Glimpse of the Past: 3 Sep 2015
Patterson's Institute Setting a High Standard for Education in Hillsboro 1885-1901
Glimpse of the Past, The Hillsboro Reporter, Thursday, September 3, 2015, Page 8B
Education was important to the founders of Hill County and Hillsboro in 1853, witnessed by the fact that among the first log structures to follow the courthouse was a small, simple schoolhouse that today is the site of the John W. Erwin Hill County Courthouse Annex at 200 East Franklin Street in Hillsboro. Early schools in Hillsboro were "public" but not free, and Hillsboro's bond election in 1885 provided a school for African-American children that came to be known as Peabody School.
Central School was erected with funds from a bond issue by the City of Hillsboro in 1885, and this impressive brick building was erected at 200 East Franklin Street. The May 26, 1887 Hillsboro Expositor reported that the City Council re-elected Professor J. A. Clark as superintendent and renewed contracts for Misses Sallie Dixon, Ela Reid, Portia Reid, and Ada Terrill.
Early schools in Hillsboro and Hill County, however, were more frequently operated by the Masonic Lodge, churches, or private organizations. There was considerable competition among schools in the early days of the county, and it was not until after 1901 that the free public schools became dominant in Hillsboro. By 1906 enrollment in Central School in Hillsboro had expanded and led to erection of a new high school at 310 East Walnut.
In 1885 Rev. Warren A. Patterson came to Hillsboro to pastor the Cumberland Presbyterian Church, where a new frame building was erected in 1887 on the lot deeded to the church in 1859 by W. R. Nunn, early settler from Tennessee. The church was erected on the site where the Citizens National Bank is presently located at the SE corner of Elm and Church streets.
Kentucky native W. A. Patterson married Frances Didiot in Tennessee in June, 1865. Locating in Hillsboro in 1885 with the Pattersons were her parents, Professor Joseph Didiot and brother and sister-in-law, Joseph G. and Margaret Lovejoy Didiot. Margaret's parents also came to Hillsboro and the Lovejoys resided at 511 East Franklin in 1900.
Patterson's dream of establishing a quality educational institution was realized when he purchased two lots on Corsicana Street and erected a two-story frame classroom building at 308 Corsicana Street and a dormitory at 304 Corsicana. Patterson's Institute was a co-education school and provided classes from primary grades to college level. Joseph Didiot taught French and the curriculum stressed classical literature, music art, French language, culture, and elocution. Physical education consisted of daily marches down Milford Road to Abbott's Grove (City Park).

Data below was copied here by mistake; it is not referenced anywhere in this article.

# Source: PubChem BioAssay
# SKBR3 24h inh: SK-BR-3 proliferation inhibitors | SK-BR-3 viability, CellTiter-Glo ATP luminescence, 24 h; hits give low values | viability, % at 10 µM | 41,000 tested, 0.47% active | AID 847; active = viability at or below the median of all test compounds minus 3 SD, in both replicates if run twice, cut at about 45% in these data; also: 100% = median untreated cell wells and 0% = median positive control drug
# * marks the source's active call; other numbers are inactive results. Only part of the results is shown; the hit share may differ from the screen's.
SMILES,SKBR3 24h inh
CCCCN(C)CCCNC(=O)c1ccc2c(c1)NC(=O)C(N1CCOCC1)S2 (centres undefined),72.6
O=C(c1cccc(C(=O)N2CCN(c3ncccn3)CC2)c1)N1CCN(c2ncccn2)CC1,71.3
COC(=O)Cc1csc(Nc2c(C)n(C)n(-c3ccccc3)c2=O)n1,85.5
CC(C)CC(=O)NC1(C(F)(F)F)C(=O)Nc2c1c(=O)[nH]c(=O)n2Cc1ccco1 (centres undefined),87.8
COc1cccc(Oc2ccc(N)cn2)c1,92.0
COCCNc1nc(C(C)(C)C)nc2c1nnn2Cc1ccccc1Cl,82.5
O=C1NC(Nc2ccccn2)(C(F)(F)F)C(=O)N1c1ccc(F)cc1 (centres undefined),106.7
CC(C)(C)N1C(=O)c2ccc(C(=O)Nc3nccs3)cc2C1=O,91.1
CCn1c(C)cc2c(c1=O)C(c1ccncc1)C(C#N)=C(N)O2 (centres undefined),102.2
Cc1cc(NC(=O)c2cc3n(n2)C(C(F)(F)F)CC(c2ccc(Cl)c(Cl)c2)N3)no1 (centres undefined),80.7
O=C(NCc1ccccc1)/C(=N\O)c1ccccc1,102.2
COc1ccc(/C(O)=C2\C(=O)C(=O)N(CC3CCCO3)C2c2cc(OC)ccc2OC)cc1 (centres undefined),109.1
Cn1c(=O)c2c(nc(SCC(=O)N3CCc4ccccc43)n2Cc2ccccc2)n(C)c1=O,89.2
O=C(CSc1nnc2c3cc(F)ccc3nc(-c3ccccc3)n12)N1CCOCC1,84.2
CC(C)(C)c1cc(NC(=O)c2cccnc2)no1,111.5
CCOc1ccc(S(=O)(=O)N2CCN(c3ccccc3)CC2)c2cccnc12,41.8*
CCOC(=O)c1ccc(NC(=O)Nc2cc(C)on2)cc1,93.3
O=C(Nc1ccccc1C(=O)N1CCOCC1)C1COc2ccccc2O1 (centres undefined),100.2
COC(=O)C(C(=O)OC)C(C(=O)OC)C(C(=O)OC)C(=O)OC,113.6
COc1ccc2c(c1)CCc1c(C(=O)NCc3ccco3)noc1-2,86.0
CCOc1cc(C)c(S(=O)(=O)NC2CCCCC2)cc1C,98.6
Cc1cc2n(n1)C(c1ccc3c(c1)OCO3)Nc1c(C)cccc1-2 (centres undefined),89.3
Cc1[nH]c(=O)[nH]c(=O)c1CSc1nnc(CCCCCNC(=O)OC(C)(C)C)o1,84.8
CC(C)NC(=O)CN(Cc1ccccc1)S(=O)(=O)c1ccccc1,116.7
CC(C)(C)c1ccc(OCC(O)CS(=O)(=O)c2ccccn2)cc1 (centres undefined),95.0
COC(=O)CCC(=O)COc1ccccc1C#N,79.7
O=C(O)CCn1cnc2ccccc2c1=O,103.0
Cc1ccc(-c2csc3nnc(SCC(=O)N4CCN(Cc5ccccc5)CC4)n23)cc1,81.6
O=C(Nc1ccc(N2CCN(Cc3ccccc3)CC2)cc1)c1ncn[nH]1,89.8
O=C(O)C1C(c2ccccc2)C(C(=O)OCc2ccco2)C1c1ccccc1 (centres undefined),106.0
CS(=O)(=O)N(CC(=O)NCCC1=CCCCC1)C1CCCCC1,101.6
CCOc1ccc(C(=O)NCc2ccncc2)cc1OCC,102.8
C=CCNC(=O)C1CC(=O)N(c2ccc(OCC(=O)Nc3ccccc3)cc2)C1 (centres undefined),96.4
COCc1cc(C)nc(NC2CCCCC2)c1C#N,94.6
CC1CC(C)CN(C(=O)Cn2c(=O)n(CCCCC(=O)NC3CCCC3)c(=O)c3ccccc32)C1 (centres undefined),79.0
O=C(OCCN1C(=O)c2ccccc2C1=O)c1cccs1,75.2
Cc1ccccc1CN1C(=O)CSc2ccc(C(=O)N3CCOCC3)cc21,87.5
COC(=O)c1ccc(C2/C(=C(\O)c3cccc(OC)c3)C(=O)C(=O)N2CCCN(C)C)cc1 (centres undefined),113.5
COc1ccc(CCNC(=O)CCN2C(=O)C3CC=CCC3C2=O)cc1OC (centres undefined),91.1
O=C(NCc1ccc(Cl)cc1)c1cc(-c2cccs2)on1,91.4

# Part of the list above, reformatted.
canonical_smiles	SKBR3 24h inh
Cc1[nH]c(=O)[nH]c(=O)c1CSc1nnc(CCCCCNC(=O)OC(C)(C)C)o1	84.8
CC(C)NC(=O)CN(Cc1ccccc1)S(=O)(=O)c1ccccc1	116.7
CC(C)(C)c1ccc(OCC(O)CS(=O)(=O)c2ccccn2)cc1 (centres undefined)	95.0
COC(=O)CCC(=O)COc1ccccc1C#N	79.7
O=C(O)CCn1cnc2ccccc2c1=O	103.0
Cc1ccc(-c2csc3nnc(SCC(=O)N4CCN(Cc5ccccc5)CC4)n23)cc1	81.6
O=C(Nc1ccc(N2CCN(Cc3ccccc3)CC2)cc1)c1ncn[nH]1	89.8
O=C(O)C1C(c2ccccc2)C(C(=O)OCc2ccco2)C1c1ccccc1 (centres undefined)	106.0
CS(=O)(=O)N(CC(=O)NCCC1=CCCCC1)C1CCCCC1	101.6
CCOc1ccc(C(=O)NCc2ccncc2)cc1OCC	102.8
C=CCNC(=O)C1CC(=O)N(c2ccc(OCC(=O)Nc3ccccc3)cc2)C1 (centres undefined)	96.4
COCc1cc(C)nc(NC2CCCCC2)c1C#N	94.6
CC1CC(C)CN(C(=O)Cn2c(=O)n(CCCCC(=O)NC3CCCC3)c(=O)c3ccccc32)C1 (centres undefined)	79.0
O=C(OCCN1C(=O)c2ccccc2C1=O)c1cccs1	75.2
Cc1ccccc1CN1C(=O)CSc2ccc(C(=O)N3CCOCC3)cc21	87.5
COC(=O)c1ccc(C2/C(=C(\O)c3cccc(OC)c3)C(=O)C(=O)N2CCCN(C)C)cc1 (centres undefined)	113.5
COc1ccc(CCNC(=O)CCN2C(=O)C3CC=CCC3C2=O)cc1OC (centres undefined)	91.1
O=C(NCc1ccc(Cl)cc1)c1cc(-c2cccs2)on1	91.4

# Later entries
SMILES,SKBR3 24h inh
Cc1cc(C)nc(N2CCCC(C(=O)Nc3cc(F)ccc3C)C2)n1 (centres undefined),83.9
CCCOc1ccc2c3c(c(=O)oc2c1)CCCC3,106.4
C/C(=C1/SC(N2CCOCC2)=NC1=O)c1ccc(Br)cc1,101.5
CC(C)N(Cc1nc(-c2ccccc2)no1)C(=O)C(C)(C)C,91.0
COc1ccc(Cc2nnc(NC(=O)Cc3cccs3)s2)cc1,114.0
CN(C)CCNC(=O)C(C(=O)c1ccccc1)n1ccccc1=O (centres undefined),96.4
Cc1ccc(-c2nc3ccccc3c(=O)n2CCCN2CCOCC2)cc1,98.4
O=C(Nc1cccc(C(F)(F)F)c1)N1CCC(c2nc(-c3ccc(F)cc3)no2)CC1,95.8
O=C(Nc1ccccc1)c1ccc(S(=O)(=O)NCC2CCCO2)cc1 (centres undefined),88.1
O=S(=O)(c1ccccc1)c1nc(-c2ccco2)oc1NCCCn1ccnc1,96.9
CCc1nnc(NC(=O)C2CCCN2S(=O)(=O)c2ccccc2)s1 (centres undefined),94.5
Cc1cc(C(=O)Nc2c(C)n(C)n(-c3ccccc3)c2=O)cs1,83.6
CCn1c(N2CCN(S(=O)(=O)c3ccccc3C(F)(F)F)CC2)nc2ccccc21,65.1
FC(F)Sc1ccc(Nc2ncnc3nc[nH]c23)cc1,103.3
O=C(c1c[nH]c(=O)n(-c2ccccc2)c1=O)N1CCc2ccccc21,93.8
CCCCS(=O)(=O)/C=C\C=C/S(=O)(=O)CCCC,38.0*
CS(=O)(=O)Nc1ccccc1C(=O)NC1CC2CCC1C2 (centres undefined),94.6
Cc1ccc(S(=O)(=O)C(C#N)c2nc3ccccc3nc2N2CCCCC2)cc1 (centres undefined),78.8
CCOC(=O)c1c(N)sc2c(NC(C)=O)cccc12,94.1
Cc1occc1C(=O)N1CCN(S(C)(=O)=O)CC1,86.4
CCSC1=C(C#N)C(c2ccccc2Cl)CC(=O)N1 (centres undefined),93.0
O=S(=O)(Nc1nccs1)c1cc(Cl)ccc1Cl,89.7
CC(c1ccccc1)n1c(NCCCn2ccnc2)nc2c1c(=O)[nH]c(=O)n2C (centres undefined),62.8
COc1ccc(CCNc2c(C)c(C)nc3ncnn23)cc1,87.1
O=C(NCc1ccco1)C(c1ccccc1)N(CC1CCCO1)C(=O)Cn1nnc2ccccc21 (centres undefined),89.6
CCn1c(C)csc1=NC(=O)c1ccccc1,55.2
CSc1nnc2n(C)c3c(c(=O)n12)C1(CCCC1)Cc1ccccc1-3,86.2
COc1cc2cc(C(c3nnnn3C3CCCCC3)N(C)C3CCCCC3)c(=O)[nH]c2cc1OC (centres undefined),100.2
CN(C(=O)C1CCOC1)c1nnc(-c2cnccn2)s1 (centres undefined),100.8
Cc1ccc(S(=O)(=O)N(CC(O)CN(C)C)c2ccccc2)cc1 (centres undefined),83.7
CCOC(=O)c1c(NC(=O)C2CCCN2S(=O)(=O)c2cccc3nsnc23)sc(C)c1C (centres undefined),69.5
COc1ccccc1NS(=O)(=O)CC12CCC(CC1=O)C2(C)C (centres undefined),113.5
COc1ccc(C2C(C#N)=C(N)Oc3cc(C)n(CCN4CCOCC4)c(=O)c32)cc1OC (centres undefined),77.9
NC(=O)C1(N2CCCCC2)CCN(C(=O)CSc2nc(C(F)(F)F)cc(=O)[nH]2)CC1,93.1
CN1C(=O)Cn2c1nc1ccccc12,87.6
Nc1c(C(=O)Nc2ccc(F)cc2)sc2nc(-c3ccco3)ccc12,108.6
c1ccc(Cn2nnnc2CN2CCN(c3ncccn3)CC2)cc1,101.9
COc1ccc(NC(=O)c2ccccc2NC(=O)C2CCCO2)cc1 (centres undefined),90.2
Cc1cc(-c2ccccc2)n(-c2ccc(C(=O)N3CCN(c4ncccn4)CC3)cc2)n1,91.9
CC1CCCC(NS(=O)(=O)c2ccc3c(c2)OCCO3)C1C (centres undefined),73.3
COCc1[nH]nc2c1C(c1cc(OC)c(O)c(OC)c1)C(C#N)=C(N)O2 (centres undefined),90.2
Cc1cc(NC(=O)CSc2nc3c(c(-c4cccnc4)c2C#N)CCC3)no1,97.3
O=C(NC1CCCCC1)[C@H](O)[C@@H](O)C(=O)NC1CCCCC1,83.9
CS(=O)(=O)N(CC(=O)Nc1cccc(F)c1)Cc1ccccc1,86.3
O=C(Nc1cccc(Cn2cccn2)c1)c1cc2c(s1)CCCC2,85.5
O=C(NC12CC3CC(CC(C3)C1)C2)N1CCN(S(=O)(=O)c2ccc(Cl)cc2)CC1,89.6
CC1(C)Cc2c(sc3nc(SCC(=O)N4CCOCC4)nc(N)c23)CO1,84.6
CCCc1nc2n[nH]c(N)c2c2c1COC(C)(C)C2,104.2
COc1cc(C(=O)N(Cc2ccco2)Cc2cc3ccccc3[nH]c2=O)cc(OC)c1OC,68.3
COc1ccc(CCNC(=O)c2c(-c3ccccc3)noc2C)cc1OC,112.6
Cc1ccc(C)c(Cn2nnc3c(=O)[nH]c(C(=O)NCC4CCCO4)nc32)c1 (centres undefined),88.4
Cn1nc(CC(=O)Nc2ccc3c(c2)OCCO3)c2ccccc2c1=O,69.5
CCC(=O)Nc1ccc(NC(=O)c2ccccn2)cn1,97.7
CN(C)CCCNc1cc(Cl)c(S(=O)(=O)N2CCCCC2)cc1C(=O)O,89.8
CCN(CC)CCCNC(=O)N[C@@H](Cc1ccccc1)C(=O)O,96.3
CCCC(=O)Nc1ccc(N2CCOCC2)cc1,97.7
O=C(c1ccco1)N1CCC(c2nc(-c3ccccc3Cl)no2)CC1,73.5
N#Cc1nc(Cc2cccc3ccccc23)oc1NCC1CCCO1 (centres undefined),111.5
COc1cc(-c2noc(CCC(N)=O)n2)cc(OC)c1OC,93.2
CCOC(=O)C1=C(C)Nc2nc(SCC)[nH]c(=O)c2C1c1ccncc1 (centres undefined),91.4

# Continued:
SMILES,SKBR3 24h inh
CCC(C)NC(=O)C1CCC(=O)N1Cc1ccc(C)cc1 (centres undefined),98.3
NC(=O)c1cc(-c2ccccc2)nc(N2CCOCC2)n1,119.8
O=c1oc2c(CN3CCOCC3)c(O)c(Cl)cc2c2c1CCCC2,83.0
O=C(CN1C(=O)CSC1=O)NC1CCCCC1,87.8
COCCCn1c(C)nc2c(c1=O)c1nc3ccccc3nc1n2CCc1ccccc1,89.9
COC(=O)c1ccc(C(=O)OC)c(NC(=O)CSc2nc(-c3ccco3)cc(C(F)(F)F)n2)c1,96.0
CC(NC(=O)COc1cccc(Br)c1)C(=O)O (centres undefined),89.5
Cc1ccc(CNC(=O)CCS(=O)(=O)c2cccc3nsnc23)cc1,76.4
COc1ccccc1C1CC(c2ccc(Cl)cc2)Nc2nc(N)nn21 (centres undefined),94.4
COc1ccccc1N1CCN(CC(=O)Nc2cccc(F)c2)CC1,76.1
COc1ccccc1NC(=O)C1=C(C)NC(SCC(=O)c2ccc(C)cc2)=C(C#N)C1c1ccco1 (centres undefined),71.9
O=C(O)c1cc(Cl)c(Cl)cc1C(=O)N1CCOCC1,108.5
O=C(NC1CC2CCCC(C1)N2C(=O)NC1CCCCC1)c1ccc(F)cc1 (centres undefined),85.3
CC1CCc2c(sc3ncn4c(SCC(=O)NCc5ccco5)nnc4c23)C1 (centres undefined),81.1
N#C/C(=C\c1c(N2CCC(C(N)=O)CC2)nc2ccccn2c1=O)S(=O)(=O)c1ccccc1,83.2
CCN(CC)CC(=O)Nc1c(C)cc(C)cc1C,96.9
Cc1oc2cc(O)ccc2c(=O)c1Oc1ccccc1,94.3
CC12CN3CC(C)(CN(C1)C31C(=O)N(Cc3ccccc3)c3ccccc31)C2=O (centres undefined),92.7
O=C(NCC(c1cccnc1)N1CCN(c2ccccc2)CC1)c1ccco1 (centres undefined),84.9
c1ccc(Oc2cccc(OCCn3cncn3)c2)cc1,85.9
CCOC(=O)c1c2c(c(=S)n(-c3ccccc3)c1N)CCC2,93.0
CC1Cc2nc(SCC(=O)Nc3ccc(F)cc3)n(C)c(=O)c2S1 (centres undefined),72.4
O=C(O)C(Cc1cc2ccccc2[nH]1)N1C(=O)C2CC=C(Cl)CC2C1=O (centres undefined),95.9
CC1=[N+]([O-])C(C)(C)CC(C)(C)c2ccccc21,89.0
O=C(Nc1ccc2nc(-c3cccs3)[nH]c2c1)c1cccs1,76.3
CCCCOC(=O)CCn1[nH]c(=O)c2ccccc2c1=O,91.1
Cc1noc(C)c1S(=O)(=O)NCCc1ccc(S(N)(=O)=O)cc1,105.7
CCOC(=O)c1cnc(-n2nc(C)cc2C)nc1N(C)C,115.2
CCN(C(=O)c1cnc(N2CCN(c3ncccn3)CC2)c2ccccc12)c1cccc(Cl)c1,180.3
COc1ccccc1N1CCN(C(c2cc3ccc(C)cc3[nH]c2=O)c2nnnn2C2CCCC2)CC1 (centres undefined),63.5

The economic crisis in 1901 and the growing support for public education in Hillsboro contributed to the closing of Patterson's Institute in 1901. Patterson sold the school to J. M. Carlisle who had served in Austin as State Superintendent of Public Instruction. Carlisle came to Hillsboro after marrying Julia Vineyard Sturgis, widow of George Sturgis of the Sturgis Bank. The school closed its doors in 1910 when Carlisle moved to Arlington to establish the Carlisle Military Academy.
In his published work on the schools of Hill County, J. R. Thompson wrote, "as an educational institution, offering primary and advanced literary work, art, music, commercial work, and expression, it [Pattersons] was decidedly the most prominent educational institution ever in Hillsboro up to that time."
For additional information contact Will Lowrance at [redacted]. Membership in the Hillsboro Heritage League is open to the, public and dues are $20 for individual and $25 for family. Student membership is $5. Dues are payable to HHL PO Box 2, Hillsboro, TX 76645.